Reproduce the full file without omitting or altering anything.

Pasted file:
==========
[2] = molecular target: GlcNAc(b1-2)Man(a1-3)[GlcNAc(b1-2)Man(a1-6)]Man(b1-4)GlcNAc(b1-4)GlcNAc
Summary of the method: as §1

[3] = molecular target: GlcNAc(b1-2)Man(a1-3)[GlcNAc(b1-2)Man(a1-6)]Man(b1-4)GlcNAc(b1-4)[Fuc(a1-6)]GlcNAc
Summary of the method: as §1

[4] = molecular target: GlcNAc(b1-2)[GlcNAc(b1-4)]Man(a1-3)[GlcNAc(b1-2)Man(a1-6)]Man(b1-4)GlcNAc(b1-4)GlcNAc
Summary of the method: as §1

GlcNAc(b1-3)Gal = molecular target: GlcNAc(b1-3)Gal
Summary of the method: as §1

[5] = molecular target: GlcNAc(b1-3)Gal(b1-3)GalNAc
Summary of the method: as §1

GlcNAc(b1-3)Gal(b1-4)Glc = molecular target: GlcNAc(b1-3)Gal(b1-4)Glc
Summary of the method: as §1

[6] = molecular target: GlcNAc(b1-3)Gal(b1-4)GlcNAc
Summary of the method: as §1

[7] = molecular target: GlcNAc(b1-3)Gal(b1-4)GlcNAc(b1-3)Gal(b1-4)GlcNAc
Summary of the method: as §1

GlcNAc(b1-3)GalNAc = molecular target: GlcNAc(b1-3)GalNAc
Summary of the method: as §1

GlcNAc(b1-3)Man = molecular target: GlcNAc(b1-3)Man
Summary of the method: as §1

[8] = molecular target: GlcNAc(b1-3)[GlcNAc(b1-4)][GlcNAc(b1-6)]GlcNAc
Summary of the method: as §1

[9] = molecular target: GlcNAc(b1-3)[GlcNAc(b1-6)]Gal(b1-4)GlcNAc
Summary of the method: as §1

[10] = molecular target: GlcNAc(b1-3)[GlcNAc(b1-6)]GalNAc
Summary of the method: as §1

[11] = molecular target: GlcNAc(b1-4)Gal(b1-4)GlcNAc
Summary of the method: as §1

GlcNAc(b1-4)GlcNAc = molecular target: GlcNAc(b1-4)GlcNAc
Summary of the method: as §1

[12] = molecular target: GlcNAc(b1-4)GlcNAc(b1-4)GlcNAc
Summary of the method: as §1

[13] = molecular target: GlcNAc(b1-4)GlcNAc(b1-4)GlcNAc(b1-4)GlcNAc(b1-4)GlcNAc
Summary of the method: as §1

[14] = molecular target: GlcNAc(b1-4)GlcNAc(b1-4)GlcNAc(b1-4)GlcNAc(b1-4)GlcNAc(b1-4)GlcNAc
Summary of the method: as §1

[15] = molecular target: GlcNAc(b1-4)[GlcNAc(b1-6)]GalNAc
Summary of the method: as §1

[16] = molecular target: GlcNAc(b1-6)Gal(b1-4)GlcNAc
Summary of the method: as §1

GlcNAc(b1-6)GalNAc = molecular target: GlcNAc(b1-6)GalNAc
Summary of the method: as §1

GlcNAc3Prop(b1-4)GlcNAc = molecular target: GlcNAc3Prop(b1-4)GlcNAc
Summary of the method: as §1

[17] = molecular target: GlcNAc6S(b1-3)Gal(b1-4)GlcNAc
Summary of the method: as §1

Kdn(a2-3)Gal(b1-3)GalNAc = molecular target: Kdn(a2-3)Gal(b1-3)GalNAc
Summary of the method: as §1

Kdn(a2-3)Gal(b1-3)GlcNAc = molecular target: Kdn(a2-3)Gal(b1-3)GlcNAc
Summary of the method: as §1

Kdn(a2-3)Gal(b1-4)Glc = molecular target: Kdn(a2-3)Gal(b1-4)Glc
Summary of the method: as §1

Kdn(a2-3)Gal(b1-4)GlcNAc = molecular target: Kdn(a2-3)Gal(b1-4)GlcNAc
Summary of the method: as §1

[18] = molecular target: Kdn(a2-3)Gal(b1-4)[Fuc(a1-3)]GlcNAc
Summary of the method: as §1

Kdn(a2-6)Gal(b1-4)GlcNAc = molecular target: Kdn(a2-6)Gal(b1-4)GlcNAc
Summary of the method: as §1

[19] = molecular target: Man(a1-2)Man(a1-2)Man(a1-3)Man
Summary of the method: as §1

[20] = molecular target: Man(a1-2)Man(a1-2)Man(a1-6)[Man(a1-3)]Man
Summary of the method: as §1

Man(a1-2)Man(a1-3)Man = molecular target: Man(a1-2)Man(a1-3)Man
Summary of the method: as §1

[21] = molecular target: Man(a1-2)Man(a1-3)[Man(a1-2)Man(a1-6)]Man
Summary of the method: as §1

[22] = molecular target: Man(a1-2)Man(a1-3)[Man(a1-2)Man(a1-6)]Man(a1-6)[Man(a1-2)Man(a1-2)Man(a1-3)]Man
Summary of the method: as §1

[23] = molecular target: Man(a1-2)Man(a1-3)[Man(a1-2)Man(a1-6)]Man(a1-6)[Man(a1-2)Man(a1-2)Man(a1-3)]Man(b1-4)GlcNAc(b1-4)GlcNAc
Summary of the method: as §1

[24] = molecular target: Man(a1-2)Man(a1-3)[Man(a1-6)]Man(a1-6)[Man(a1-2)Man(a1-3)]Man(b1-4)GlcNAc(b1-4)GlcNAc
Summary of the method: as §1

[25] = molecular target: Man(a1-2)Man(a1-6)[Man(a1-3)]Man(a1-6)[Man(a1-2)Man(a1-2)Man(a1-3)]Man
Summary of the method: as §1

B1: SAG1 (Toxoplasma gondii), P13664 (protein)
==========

[2] = molecular target: GlcNAc(b1-2)Man(a1-3)[GlcNAc(b1-2)Man(a1-6)]Man(b1-4)GlcNAc(b1-4)GlcNAc
Summary of the method: as §1

[3] = molecular target: GlcNAc(b1-2)Man(a1-3)[GlcNAc(b1-2)Man(a1-6)]Man(b1-4)GlcNAc(b1-4)[Fuc(a1-6)]GlcNAc
Summary of the method: as §1

[4] = molecular target: GlcNAc(b1-2)[GlcNAc(b1-4)]Man(a1-3)[GlcNAc(b1-2)Man(a1-6)]Man(b1-4)GlcNAc(b1-4)GlcNAc
Summary of the method: as §1

GlcNAc(b1-3)Gal = molecular target: GlcNAc(b1-3)Gal
Summary of the method: as §1

[5] = molecular target: GlcNAc(b1-3)Gal(b1-3)GalNAc
Summary of the method: as §1

GlcNAc(b1-3)Gal(b1-4)Glc = molecular target: GlcNAc(b1-3)Gal(b1-4)Glc
Summary of the method: as §1

[6] = molecular target: GlcNAc(b1-3)Gal(b1-4)GlcNAc
Summary of the method: as §1

[7] = molecular target: GlcNAc(b1-3)Gal(b1-4)GlcNAc(b1-3)Gal(b1-4)GlcNAc
Summary of the method: as §1

GlcNAc(b1-3)GalNAc = molecular target: GlcNAc(b1-3)GalNAc
Summary of the method: as §1

GlcNAc(b1-3)Man = molecular target: GlcNAc(b1-3)Man
Summary of the method: as §1

[8] = molecular target: GlcNAc(b1-3)[GlcNAc(b1-4)][GlcNAc(b1-6)]GlcNAc
Summary of the method: as §1

[9] = molecular target: GlcNAc(b1-3)[GlcNAc(b1-6)]Gal(b1-4)GlcNAc
Summary of the method: as §1

[10] = molecular target: GlcNAc(b1-3)[GlcNAc(b1-6)]GalNAc
Summary of the method: as §1

[11] = molecular target: GlcNAc(b1-4)Gal(b1-4)GlcNAc
Summary of the method: as §1

GlcNAc(b1-4)GlcNAc = molecular target: GlcNAc(b1-4)GlcNAc
Summary of the method: as §1

[12] = molecular target: GlcNAc(b1-4)GlcNAc(b1-4)GlcNAc
Summary of the method: as §1

[13] = molecular target: GlcNAc(b1-4)GlcNAc(b1-4)GlcNAc(b1-4)GlcNAc(b1-4)GlcNAc
Summary of the method: as §1

[14] = molecular target: GlcNAc(b1-4)GlcNAc(b1-4)GlcNAc(b1-4)GlcNAc(b1-4)GlcNAc(b1-4)GlcNAc
Summary of the method: as §1

[15] = molecular target: GlcNAc(b1-4)[GlcNAc(b1-6)]GalNAc
Summary of the method: as §1

[16] = molecular target: GlcNAc(b1-6)Gal(b1-4)GlcNAc
Summary of the method: as §1

GlcNAc(b1-6)GalNAc = molecular target: GlcNAc(b1-6)GalNAc
Summary of the method: as §1

GlcNAc3Prop(b1-4)GlcNAc = molecular target: GlcNAc3Prop(b1-4)GlcNAc
Summary of the method: as §1

[17] = molecular target: GlcNAc6S(b1-3)Gal(b1-4)GlcNAc
Summary of the method: as §1

Kdn(a2-3)Gal(b1-3)GalNAc = molecular target: Kdn(a2-3)Gal(b1-3)GalNAc
Summary of the method: as §1

Kdn(a2-3)Gal(b1-3)GlcNAc = molecular target: Kdn(a2-3)Gal(b1-3)GlcNAc
Summary of the method: as §1

Kdn(a2-3)Gal(b1-4)Glc = molecular target: Kdn(a2-3)Gal(b1-4)Glc
Summary of the method: as §1

Kdn(a2-3)Gal(b1-4)GlcNAc = molecular target: Kdn(a2-3)Gal(b1-4)GlcNAc
Summary of the method: as §1

[18] = molecular target: Kdn(a2-3)Gal(b1-4)[Fuc(a1-3)]GlcNAc
Summary of the method: as §1

Kdn(a2-6)Gal(b1-4)GlcNAc = molecular target: Kdn(a2-6)Gal(b1-4)GlcNAc
Summary of the method: as §1

[19] = molecular target: Man(a1-2)Man(a1-2)Man(a1-3)Man
Summary of the method: as §1

[20] = molecular target: Man(a1-2)Man(a1-2)Man(a1-6)[Man(a1-3)]Man
Summary of the method: as §1

Man(a1-2)Man(a1-3)Man = molecular target: Man(a1-2)Man(a1-3)Man
Summary of the method: as §1

[21] = molecular target: Man(a1-2)Man(a1-3)[Man(a1-2)Man(a1-6)]Man
Summary of the method: as §1

[22] = molecular target: Man(a1-2)Man(a1-3)[Man(a1-2)Man(a1-6)]Man(a1-6)[Man(a1-2)Man(a1-2)Man(a1-3)]Man
Summary of the method: as §1

[23] = molecular target: Man(a1-2)Man(a1-3)[Man(a1-2)Man(a1-6)]Man(a1-6)[Man(a1-2)Man(a1-2)Man(a1-3)]Man(b1-4)GlcNAc(b1-4)GlcNAc
Summary of the method: as §1

[24] = molecular target: Man(a1-2)Man(a1-3)[Man(a1-6)]Man(a1-6)[Man(a1-2)Man(a1-3)]Man(b1-4)GlcNAc(b1-4)GlcNAc
Summary of the method: as §1

[25] = molecular target: Man(a1-2)Man(a1-6)[Man(a1-3)]Man(a1-6)[Man(a1-2)Man(a1-2)Man(a1-3)]Man
Summary of the method: as §1

B1: SAG1 (Toxoplasma gondii), P13664 (protein)